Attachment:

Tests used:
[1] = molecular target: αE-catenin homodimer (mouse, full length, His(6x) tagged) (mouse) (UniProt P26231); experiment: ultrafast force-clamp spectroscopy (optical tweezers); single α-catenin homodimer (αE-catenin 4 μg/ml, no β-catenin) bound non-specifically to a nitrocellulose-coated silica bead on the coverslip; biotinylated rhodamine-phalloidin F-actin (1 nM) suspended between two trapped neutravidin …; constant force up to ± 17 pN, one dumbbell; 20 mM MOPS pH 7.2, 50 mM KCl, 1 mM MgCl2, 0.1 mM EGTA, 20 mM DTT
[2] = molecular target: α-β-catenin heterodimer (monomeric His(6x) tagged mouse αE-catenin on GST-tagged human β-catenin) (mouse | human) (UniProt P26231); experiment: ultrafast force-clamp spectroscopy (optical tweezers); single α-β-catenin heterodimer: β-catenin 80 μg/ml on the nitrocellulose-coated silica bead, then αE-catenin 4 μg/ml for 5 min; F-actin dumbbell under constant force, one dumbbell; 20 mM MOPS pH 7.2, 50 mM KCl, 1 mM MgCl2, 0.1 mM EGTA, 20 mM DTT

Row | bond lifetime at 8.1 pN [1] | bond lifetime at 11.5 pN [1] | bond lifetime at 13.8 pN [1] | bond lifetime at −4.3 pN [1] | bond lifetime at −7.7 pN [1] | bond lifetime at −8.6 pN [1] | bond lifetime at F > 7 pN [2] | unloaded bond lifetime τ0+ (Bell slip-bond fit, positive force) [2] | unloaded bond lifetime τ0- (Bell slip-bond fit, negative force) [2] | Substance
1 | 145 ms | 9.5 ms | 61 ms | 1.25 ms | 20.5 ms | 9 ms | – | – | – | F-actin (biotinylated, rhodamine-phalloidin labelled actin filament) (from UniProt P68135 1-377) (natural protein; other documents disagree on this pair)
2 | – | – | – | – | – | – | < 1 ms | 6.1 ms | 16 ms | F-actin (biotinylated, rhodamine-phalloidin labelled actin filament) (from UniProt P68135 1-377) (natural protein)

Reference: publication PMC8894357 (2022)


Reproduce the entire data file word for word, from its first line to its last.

Tests used:
[1] = molecular target: αE-catenin homodimer (mouse, full length, His(6x) tagged) (mouse) (UniProt P26231); experiment: ultrafast force-clamp spectroscopy (optical tweezers); single α-catenin homodimer (αE-catenin 4 μg/ml, no β-catenin) bound non-specifically to a nitrocellulose-coated silica bead on the coverslip; biotinylated rhodamine-phalloidin F-actin (1 nM) suspended between two trapped neutravidin …; constant force up to ± 17 pN, one dumbbell; 20 mM MOPS pH 7.2, 50 mM KCl, 1 mM MgCl2, 0.1 mM EGTA, 20 mM DTT
[2] = molecular target: α-β-catenin heterodimer (monomeric His(6x) tagged mouse αE-catenin on GST-tagged human β-catenin) (mouse | human) (UniProt P26231); experiment: ultrafast force-clamp spectroscopy (optical tweezers); single α-β-catenin heterodimer: β-catenin 80 μg/ml on the nitrocellulose-coated silica bead, then αE-catenin 4 μg/ml for 5 min; F-actin dumbbell under constant force, one dumbbell; 20 mM MOPS pH 7.2, 50 mM KCl, 1 mM MgCl2, 0.1 mM EGTA, 20 mM DTT

Row | bond lifetime at 8.1 pN [1] | bond lifetime at 11.5 pN [1] | bond lifetime at 13.8 pN [1] | bond lifetime at −4.3 pN [1] | bond lifetime at −7.7 pN [1] | bond lifetime at −8.6 pN [1] | bond lifetime at F > 7 pN [2] | unloaded bond lifetime τ0+ (Bell slip-bond fit, positive force) [2] | unloaded bond lifetime τ0- (Bell slip-bond fit, negative force) [2] | Substance
1 | 145 ms | 9.5 ms | 61 ms | 1.25 ms | 20.5 ms | 9 ms | – | – | – | F-actin (biotinylated, rhodamine-phalloidin labelled actin filament) (from UniProt P68135 1-377) (natural protein; other documents disagree on this pair)
2 | – | – | – | – | – | – | < 1 ms | 6.1 ms | 16 ms | F-actin (biotinylated, rhodamine-phalloidin labelled actin filament) (from UniProt P68135 1-377) (natural protein)

Reference: publication PMC8894357 (2022)